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June 12, 1971 - Image 12

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Michigan Daily, 1971-06-12

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yPage Twelve

THE MICHIGAN DAILY

Saturday, June 12, 1973

Horton powers Tigers past Twins

By The Associated Press
DETROIT - Willie Horton
blasted his 12th homer and dou-
bled in another run, helping
aouthpaw Mike Kilkenny to his
first victory of the year as the
Detroit Tigers beat the Minne-
sota Twins 4-1 last night for
their fourth consecutive win.
Kilkenny scattered six hits in
bringing his record to 1-2 and
completing his first game in
three starts.
Horton homered off loser Bert
Blyleven, 6-8, to lead off the
second inning after the Twins
had picked up a run in their
half on a walk to Brant Alyea
and consecutive s i n g l e s by
George Mitterwald and Danny
Thompson.
Detroit took a 3-1 lead in the
third after Al Kaline, walked
with two out. Kaline scored on
Dalton Jones' double, Jones took
third on a throwing error by left
fielder Alyea and Horton dou-
bled hi mhome.
For more baseball tidbits,
see Page 11
Dick McAuliffe gave the Ti-
gers an insurance run with a
homer in the fifth.
triumhp.-
Dodgers dump Expos
MONTREAL - Richie Allen
drove in four runs with two
homers and a sacrifice fly and
Al Downing pitched a five hit-
ter, leading the Los Angeles
Dodgers to a 12-1 romp over the
Montreal Expos last night.
Allen and Wes Parker touched
off an eight-run explosion in
the second inning with succes-
sive homers off Jim Britton and
each drove in another run be-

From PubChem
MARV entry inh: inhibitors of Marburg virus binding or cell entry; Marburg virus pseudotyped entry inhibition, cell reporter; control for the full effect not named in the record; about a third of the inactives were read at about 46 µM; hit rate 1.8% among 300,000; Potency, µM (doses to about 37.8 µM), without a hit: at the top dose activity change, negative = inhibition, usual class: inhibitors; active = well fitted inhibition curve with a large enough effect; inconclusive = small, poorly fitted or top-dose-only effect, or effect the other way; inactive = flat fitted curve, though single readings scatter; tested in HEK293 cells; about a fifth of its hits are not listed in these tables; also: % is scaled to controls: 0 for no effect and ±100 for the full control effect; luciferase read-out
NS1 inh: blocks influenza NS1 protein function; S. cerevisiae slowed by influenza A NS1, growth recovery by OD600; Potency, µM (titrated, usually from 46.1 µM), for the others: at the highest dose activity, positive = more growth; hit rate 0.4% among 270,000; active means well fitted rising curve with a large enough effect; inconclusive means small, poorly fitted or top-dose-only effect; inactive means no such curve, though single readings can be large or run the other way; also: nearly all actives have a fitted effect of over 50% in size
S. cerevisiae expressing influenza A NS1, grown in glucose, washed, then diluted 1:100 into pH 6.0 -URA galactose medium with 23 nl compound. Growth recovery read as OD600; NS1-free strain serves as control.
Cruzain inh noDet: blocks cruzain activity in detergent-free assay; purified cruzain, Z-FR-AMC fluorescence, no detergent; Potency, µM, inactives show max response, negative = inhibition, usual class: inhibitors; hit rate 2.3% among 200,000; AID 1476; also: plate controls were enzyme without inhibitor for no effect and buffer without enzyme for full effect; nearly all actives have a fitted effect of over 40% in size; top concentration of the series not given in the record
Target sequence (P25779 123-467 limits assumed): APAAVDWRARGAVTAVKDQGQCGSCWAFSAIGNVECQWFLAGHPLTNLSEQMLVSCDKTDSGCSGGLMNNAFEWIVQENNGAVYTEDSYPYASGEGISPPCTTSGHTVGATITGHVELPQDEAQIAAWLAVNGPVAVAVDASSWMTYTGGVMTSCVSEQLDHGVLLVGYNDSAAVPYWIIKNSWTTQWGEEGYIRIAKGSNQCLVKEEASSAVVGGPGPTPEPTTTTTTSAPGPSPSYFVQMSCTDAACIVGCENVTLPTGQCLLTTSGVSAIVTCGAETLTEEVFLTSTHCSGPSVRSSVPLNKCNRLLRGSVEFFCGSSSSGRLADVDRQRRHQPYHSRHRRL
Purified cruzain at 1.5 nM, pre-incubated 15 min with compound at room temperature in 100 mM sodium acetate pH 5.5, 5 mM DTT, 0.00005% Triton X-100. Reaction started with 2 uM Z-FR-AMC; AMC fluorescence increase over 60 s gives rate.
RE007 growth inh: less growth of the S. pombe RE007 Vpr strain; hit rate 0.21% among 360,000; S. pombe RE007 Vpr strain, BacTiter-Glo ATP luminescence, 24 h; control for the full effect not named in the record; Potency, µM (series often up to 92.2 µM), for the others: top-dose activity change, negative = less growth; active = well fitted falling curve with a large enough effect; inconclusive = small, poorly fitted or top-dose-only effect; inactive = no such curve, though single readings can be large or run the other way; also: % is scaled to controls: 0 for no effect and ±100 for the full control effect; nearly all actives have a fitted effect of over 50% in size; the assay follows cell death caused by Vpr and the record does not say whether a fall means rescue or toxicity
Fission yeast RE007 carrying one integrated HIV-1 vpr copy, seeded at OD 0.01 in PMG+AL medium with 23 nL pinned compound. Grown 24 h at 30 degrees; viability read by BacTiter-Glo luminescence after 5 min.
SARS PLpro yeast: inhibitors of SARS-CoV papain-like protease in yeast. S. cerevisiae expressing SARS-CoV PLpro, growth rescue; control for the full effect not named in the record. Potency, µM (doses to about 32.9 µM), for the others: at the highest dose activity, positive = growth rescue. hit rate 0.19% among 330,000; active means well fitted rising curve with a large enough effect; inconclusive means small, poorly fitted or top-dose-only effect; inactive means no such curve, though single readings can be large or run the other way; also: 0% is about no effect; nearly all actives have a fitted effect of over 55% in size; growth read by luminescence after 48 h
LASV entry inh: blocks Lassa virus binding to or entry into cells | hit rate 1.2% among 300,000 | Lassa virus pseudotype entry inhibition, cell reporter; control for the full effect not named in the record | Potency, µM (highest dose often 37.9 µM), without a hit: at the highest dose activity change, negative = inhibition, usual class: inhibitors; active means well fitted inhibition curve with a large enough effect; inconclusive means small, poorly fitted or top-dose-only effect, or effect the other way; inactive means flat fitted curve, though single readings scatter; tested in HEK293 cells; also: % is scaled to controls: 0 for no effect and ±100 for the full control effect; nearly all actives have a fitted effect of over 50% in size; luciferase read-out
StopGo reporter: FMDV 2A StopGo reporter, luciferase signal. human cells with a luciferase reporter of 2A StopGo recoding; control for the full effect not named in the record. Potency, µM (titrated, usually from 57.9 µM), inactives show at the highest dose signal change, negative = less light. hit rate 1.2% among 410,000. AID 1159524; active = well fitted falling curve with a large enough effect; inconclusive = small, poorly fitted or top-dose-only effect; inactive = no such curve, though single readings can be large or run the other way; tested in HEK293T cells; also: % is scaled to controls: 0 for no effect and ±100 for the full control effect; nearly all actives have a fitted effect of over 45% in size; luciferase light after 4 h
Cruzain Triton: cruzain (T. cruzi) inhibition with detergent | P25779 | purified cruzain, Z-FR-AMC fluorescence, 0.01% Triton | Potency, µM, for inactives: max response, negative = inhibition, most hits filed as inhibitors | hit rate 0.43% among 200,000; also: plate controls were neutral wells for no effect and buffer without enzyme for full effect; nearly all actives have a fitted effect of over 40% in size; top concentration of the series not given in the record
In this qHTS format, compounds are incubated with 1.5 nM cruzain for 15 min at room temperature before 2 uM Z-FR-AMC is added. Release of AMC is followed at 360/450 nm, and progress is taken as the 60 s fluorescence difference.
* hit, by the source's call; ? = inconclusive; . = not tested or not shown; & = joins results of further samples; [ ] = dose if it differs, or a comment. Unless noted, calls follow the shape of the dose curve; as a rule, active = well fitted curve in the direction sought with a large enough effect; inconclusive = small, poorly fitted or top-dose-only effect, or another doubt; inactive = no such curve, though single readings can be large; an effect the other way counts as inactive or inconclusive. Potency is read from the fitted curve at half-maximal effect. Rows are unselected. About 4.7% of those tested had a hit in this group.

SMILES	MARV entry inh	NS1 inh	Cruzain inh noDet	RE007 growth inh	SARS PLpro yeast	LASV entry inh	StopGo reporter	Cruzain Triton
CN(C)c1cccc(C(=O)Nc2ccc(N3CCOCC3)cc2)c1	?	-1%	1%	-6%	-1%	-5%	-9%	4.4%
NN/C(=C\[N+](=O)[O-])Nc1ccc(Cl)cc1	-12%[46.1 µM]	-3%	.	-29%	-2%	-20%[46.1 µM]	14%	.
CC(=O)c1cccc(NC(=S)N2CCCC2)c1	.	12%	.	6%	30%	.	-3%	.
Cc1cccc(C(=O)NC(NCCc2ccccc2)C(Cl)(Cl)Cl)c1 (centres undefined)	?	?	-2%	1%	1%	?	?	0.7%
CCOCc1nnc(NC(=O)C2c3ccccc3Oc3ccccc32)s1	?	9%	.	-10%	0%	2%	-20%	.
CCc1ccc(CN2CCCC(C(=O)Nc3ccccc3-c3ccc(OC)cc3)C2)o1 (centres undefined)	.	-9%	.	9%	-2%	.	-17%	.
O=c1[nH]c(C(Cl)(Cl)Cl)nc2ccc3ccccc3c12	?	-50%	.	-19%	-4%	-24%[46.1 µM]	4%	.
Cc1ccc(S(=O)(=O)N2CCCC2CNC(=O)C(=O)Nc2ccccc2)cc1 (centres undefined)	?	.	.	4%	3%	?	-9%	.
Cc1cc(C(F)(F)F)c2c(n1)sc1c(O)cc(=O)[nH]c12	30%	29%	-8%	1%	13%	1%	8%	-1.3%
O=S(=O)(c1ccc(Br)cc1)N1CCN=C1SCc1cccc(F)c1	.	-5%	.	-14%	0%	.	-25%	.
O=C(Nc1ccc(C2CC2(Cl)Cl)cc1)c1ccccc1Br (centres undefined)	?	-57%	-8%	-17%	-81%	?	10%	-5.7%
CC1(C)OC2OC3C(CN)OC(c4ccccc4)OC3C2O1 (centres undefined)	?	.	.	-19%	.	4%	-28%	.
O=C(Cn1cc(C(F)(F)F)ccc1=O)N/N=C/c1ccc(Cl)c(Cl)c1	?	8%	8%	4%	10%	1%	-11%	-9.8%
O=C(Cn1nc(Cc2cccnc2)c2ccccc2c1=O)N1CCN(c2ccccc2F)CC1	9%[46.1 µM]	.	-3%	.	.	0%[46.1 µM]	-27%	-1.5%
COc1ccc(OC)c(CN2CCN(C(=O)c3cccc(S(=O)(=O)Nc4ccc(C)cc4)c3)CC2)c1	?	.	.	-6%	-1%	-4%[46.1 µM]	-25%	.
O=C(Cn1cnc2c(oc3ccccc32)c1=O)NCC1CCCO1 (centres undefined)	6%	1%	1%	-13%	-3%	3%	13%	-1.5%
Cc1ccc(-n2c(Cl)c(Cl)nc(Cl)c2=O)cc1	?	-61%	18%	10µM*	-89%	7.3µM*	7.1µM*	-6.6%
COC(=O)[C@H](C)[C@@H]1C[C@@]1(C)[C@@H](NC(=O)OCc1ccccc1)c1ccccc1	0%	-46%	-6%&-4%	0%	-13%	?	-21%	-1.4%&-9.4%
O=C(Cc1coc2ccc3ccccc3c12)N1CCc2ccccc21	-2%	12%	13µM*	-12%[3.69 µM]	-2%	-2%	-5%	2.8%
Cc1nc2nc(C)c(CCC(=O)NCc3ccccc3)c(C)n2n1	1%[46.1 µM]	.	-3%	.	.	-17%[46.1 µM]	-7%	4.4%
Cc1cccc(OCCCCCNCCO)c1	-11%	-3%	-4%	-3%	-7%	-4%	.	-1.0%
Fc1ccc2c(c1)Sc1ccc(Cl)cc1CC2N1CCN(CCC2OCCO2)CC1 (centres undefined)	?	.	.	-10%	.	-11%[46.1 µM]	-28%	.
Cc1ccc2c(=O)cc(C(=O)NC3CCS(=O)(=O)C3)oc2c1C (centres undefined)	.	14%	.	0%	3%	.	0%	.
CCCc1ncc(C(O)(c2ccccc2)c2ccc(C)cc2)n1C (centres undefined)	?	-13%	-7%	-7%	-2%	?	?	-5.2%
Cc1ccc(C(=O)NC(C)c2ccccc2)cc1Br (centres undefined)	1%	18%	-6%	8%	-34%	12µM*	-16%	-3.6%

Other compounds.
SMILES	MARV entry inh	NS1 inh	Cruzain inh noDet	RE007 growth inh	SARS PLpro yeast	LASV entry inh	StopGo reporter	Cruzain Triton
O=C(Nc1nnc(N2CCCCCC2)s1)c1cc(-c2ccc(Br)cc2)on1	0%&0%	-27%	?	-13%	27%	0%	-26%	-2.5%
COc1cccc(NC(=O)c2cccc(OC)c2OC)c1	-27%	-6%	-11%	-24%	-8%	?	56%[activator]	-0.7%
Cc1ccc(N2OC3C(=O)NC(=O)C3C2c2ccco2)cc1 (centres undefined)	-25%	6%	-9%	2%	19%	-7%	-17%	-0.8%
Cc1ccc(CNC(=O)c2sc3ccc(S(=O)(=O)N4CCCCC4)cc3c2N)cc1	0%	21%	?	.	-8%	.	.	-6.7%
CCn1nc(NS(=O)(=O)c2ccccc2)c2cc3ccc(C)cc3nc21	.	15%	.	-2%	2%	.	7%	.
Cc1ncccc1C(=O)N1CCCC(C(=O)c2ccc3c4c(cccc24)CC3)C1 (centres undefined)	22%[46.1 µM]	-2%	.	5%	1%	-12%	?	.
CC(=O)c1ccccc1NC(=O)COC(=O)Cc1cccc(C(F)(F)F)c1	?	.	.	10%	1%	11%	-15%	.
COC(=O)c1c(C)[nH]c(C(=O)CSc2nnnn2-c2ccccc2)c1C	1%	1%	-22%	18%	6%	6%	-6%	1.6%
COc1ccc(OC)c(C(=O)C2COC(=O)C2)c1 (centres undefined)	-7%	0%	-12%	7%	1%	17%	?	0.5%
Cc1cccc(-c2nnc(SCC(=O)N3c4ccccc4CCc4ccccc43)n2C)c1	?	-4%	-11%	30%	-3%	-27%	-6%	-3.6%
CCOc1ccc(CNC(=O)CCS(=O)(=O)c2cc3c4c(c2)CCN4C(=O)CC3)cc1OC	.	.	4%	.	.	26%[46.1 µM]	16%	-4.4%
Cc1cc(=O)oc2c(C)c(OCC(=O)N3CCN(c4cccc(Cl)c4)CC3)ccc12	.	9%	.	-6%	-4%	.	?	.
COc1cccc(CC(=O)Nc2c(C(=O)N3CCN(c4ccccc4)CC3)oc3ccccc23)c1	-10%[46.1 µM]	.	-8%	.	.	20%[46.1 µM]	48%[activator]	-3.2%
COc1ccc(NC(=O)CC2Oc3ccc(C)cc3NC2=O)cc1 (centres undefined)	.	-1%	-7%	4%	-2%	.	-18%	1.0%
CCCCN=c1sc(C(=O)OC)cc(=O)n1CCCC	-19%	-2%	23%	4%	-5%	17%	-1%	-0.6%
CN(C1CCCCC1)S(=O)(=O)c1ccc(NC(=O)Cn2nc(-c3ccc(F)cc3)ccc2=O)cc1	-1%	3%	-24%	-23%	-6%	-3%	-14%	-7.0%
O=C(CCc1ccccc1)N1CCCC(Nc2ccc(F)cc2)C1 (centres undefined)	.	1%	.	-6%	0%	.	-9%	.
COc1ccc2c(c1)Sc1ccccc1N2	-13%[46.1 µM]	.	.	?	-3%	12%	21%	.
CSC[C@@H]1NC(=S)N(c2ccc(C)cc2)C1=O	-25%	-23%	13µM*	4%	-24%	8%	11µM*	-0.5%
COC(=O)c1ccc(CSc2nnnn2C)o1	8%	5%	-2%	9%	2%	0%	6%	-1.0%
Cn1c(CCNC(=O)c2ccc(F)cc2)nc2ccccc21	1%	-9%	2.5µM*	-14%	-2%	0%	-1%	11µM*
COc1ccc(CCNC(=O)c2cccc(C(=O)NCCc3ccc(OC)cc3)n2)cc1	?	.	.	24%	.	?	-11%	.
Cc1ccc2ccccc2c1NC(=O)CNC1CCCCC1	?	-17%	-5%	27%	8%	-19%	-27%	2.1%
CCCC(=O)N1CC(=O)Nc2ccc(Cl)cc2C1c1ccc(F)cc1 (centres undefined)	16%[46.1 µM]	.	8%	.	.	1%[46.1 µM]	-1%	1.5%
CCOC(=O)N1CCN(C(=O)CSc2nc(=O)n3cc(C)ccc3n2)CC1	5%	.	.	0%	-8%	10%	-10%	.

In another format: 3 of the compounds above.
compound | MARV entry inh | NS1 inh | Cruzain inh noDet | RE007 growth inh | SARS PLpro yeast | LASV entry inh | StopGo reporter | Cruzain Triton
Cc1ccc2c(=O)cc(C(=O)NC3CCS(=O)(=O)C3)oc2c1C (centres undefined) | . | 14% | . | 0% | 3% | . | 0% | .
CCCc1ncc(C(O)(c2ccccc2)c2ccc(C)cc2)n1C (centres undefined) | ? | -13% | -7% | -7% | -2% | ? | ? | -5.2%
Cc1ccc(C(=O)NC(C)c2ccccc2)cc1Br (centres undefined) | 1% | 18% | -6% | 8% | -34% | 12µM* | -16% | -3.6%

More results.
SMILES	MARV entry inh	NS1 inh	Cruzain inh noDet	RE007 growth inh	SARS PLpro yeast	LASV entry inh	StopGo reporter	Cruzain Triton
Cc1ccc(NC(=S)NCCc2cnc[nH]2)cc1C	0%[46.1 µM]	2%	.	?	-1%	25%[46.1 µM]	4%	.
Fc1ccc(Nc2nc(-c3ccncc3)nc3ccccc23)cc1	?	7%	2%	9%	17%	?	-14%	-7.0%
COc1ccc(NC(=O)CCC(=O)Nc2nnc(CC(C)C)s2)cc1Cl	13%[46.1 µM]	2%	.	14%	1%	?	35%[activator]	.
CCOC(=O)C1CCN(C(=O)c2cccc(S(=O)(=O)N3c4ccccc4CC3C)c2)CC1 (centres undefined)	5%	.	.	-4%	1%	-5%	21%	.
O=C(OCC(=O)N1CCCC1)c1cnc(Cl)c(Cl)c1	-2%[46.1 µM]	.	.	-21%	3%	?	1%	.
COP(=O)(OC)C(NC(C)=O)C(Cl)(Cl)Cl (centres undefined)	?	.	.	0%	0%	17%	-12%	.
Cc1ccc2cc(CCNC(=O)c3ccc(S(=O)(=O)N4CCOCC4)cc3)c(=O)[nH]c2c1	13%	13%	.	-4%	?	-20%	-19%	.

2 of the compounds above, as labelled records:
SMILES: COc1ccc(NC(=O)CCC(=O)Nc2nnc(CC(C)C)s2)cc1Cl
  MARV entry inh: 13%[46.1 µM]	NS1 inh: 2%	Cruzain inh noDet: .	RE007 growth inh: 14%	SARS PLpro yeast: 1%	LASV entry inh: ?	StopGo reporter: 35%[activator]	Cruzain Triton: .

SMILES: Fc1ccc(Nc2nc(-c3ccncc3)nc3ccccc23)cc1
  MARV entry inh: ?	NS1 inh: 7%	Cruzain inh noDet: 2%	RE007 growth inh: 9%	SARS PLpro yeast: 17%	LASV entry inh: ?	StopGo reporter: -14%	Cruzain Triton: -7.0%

fore the uprising was over.
Allen slammed his second
homer of the game and eighth
of the season for two more runs
in the seventh and the Dodgers
added another pair in the
eighth.
Downing breezed to his sixth
victory in nine decisions, blank-
ing the Expos on two singles un-
til the ninth, when Rusty
Staub's sixth homer ruined the
shutout bid.
Orioles dump Chisox
BALTIMORE-Home runs by'
Boog Powell, Ellie Hendricks
and Don Buford accounted for
seven Baltimore runs as the
streaking Orioles whipped the
Chicago White Sox 8-5 last night
for their ninth consecutive vic-
tory.
Dave McNally, 9-4, went six
innings as the Orioles won their
1th game in 12 outings.
Buford singled and scored on
Grambling
leeks grid tilt
in Pontiac
PONTIAC, Mich. ()-Gram-
bling College, noted for sending
flocks of players to the National
Football League, has offered the
Pontiac Stadium Authority a
10-year contract to play a na-
tionally televised game each year
in the city's proposed stadium.
William Clay Ford, owner of
the NFL Detroit Lions, has al-
ready committed his team to
'v play at Pontiac if the city is
able to build a stadium by 1974.
Negotiations are underway
with an auto firm to sponsor
the Grambling TV games. The
Louisiana college of 3,600 stu-
dents played a 10 game schedule
last season in major metropol-
m tan areas throughout the coun-
try, drawing between 20,000 to
60,000 each game.

Grambling has agreed to play
Eastern Michigan University in
the proposed Pontiac Stadium
in 1974. There was also a pro-
posal that if the stadium is
covered a major bowl would be
held there feating the' nation's
top Negro college football team
as host.

Bench leads balloting
for NL All-Star team

Look Ma, I can fly!